FPI: Vellum is unusual in modern fantasy in being a two-part tale rather than the traditional trilogy and certainly stands above many works in terms of making the reader’s mind have to work. I know you like to push the envelope of the genre with your writing, but do you see reading as an interactive medium rather than passive and engaging your reader’s brains, making them seriously think about what they are reading as part of pushing that envelope?

Hal: Absolutely maybe. I’ve described Vellum as a Cubist epic fantasy and that’s kind of an indication of how the reader needs to engage; they have to construct the big picture out of multiple, often-contradictory perspectives. And I’m clearly assuming that the reader is willing to, at some point, make this effort rather than wanting to just switch off their brain and settle down with a bag of popcorn.

But at the same time I’m not really out to push the envelope, not to break convention just for the sake of breaking it. The reader might have to do a bit of work to really get the most out of the book, but I don’t want to demand that level of commitment; I want readers to be drawn into that deep engagement rather than feel like they need a rest every five pages. So I made a conscious effort to keep Vellum as accessible as possible on a first reading, to make it hold together enough dynamically so a reader can relax, get swept along in the story, and reach the end feeling satisfied even if they don’t quite get it.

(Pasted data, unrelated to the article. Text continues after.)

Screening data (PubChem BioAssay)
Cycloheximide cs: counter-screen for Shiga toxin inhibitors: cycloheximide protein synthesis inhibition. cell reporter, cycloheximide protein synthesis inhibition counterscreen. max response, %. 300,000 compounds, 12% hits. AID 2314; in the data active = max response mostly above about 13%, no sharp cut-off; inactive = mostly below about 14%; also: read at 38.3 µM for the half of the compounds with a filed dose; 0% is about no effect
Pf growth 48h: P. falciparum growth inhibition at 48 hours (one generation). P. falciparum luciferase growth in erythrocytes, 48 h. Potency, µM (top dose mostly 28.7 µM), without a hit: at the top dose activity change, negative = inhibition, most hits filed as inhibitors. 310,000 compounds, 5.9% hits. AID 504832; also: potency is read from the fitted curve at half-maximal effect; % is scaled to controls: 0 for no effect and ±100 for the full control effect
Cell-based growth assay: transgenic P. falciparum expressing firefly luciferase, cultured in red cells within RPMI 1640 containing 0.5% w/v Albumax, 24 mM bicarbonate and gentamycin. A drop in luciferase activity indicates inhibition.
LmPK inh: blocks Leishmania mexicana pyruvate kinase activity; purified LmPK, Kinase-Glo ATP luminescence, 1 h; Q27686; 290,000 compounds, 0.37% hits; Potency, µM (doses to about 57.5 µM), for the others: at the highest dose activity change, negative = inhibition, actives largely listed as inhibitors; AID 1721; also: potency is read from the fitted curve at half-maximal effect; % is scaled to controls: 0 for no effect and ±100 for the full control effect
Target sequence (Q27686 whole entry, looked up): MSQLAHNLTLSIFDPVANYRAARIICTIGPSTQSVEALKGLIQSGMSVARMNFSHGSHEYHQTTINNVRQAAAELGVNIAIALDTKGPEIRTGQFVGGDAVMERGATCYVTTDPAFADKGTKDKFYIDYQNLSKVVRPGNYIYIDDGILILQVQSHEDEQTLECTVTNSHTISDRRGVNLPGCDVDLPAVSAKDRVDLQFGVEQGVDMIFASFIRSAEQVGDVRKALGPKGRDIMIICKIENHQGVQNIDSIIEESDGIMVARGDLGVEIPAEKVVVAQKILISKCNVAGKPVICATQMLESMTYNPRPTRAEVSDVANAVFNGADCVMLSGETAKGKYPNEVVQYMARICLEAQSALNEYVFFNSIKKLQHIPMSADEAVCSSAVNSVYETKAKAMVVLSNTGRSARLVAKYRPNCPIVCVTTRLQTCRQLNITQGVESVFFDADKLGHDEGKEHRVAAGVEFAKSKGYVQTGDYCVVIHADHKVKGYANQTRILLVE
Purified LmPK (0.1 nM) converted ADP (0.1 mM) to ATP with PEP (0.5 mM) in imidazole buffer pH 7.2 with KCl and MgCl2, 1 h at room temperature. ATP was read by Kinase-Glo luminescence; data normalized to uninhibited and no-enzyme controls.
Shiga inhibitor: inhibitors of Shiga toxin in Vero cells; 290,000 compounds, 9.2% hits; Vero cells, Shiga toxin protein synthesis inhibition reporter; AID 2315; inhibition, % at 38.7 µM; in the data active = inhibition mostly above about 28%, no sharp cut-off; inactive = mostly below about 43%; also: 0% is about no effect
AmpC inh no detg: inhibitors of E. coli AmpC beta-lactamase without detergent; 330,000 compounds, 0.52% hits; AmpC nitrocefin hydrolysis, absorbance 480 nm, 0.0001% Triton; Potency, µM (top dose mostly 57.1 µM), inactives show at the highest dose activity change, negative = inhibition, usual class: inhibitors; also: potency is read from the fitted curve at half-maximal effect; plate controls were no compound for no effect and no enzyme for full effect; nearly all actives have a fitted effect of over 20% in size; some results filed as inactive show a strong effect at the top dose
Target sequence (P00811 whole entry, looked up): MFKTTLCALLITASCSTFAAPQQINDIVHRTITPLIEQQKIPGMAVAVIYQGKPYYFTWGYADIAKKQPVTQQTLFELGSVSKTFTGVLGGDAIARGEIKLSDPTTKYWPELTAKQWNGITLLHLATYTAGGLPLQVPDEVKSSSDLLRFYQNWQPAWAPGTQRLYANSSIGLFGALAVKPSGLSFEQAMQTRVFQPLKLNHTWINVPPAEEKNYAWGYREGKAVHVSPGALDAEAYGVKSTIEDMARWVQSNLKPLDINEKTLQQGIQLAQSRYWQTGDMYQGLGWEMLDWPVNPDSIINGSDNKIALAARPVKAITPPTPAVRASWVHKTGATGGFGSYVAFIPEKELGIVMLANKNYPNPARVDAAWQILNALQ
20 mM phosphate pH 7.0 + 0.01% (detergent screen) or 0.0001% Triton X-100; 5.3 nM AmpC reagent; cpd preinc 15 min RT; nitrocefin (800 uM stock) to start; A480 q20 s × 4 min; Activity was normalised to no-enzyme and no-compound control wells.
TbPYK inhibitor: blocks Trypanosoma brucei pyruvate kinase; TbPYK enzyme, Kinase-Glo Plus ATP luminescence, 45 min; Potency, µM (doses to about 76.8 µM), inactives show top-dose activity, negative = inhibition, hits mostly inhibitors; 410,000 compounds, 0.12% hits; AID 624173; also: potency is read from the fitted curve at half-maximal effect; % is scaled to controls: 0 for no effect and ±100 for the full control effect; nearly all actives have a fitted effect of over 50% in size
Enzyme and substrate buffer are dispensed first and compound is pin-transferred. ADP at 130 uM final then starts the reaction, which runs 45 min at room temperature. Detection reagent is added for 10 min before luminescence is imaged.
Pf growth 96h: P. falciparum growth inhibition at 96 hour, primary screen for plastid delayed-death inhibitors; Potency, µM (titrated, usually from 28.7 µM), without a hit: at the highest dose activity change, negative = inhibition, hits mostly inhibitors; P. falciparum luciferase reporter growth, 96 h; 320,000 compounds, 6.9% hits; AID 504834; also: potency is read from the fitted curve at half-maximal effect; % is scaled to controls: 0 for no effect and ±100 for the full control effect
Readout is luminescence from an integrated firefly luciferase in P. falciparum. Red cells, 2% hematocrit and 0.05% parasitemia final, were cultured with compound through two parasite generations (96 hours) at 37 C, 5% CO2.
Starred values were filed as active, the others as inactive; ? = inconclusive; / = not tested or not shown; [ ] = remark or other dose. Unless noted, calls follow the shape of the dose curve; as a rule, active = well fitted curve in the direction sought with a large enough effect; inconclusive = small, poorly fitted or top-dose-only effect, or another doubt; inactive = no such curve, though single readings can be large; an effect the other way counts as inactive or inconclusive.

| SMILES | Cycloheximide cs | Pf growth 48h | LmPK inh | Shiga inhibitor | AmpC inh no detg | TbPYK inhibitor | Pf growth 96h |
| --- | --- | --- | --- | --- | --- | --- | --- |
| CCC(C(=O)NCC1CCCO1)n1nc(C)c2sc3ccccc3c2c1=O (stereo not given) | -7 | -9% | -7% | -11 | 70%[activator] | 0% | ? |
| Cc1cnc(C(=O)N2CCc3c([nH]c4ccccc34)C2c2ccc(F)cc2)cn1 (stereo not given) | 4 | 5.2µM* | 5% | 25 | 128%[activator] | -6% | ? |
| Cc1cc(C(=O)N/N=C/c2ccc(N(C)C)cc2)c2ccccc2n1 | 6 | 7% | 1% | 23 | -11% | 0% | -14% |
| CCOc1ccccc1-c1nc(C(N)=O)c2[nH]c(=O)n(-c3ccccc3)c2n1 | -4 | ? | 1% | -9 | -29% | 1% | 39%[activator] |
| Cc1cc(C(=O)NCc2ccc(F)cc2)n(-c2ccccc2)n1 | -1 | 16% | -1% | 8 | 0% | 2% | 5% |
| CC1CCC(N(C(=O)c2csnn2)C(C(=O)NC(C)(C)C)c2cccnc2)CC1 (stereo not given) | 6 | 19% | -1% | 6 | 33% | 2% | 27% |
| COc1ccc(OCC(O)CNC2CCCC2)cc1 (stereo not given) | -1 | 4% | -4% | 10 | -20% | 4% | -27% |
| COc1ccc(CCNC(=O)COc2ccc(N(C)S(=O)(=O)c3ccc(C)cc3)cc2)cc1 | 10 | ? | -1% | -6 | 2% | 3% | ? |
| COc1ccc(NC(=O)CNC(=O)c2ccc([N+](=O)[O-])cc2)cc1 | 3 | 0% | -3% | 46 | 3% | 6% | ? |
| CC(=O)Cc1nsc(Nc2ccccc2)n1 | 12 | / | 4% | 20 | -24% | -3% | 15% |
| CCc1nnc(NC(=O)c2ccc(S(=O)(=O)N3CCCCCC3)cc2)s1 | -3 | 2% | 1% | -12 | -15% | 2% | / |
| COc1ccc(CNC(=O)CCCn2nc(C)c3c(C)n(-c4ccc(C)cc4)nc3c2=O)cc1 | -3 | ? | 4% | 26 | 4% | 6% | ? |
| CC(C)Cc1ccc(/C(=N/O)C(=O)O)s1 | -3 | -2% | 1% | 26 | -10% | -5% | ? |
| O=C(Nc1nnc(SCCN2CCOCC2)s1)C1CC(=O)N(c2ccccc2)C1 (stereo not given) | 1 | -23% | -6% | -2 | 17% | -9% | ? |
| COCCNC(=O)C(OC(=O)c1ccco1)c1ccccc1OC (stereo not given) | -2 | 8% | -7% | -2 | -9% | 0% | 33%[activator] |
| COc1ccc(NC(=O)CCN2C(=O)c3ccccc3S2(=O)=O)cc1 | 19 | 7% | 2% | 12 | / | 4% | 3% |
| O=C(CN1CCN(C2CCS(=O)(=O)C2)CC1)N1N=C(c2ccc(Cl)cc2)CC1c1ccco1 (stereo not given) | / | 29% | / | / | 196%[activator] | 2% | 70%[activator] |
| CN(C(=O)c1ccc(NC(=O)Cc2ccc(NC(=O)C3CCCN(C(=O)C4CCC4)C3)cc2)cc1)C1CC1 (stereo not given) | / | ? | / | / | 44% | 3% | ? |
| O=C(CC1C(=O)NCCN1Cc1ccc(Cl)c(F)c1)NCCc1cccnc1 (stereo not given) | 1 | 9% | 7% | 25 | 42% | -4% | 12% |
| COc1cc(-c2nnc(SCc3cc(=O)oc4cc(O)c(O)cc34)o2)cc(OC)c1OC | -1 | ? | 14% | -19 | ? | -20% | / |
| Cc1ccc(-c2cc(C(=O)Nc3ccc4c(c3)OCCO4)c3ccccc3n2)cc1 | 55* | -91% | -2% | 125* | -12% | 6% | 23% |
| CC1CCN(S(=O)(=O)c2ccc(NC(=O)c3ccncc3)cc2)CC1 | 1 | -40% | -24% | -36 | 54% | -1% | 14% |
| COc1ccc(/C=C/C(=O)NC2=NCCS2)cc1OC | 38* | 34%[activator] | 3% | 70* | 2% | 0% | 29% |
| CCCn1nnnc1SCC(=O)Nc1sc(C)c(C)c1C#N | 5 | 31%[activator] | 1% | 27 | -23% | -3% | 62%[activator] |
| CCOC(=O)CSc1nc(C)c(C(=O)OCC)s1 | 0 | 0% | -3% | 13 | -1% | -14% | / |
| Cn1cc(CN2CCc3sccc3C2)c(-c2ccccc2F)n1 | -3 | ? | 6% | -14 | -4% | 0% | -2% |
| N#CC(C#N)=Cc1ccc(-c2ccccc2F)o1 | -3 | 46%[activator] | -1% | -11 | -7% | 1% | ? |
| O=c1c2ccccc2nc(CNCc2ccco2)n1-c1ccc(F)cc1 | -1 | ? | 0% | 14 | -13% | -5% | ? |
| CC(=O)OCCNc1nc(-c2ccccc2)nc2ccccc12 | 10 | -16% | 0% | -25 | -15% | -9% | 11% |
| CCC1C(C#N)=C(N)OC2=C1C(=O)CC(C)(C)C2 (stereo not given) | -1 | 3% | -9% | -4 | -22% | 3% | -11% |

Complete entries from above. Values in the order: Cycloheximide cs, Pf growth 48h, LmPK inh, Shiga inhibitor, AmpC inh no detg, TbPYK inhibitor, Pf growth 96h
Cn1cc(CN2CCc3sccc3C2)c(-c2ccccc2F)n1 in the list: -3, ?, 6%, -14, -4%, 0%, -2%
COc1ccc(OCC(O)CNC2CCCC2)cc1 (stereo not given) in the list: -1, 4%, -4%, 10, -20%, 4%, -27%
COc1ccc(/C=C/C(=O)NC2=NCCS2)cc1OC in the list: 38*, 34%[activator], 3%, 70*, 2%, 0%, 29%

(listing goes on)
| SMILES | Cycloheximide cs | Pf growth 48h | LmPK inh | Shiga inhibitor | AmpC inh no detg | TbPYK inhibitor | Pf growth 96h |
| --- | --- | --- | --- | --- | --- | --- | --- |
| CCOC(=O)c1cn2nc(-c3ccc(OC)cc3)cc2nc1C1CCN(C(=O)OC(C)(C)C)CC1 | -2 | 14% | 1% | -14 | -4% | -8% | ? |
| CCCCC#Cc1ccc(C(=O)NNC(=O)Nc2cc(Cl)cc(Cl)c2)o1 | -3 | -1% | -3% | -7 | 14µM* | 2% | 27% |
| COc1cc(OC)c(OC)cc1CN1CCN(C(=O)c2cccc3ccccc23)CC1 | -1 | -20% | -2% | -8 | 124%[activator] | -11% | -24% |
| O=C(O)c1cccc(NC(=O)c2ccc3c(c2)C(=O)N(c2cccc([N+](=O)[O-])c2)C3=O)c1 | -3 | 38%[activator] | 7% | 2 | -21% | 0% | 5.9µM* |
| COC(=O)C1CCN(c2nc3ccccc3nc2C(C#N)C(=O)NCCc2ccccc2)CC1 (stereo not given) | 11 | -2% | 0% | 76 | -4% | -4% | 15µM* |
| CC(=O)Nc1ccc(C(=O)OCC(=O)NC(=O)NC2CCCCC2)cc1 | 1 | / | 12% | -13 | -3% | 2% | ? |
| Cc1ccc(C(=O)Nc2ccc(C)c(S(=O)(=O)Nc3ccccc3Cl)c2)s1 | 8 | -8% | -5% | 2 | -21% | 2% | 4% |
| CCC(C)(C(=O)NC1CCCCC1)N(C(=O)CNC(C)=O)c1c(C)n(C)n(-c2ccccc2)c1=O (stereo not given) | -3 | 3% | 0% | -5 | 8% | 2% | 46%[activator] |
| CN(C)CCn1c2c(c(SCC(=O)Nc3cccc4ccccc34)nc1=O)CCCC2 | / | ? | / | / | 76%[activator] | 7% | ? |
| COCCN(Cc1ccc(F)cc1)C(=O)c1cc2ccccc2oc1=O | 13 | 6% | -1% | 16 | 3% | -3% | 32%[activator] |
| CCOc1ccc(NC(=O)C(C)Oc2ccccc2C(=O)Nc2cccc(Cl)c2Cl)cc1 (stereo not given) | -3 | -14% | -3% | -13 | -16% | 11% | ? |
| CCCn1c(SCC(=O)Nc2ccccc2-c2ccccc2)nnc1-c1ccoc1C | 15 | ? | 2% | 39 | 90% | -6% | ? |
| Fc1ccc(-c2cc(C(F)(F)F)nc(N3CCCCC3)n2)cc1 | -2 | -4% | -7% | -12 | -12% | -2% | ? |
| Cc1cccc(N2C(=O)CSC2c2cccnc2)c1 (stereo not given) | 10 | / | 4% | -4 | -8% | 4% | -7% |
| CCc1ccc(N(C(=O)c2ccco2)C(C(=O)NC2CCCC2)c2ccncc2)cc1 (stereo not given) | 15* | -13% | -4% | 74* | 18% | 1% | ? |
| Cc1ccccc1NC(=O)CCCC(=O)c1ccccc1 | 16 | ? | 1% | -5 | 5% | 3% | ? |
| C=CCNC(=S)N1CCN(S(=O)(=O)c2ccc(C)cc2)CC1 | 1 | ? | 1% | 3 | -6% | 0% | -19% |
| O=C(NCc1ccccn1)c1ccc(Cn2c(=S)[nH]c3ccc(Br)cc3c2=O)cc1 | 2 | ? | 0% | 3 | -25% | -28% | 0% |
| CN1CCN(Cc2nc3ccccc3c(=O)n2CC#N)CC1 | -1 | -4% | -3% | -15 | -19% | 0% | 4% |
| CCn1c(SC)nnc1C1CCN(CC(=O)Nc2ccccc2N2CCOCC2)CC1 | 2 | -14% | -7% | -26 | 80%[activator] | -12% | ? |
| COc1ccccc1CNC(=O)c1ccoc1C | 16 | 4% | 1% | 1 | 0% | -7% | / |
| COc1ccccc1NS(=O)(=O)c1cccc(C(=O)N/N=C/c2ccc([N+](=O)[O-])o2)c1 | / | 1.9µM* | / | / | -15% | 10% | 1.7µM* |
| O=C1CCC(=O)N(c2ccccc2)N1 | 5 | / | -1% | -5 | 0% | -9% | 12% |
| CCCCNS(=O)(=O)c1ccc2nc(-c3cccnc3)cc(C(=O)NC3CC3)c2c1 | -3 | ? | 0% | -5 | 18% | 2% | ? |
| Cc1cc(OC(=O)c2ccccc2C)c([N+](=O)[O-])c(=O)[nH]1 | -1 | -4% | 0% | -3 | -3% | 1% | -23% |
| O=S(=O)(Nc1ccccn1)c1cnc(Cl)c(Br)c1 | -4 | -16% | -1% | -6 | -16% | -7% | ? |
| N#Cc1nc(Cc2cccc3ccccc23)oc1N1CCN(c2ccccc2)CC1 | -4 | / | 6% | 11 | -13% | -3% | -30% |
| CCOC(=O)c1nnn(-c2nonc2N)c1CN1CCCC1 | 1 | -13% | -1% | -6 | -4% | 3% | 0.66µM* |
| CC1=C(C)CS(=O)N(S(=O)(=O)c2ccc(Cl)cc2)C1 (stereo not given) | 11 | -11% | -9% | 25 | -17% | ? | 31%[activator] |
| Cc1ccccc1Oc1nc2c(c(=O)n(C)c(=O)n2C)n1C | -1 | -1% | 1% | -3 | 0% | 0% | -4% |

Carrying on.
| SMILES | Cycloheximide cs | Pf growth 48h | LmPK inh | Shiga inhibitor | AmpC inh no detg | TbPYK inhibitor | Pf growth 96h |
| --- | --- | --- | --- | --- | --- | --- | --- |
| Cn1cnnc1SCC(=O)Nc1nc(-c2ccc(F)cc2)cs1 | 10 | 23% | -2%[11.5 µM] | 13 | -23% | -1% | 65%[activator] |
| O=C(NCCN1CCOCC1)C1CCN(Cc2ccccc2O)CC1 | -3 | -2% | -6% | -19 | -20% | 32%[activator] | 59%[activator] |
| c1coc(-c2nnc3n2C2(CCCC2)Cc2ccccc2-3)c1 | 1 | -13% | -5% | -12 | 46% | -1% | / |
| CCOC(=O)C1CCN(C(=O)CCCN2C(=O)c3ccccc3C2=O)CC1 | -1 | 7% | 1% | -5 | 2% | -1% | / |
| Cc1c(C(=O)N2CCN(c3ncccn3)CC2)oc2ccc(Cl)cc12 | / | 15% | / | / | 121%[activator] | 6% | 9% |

If I can get a casual reader fired up enough to dive back into the book, rather than being alienated by its unconventional elements, well, that’s more important to me than breaking genre boundaries, going further than other writers. It doesn’t matter how far you go if nobody follows you.

FPI: Very true. Isn’t there something wonderfully ironic in writing a book, a large part of which is concerned with the power of books and words to alter perceptions, truths and even realities? Especially as you are actively challenging your readers to engage with the subject matter, making them think, possibly changing their perceptions? It could almost be seen as recursive! Is Hal Duncan actually an unkin using his novel as a sort of Trojan book to rewire our reality?!?!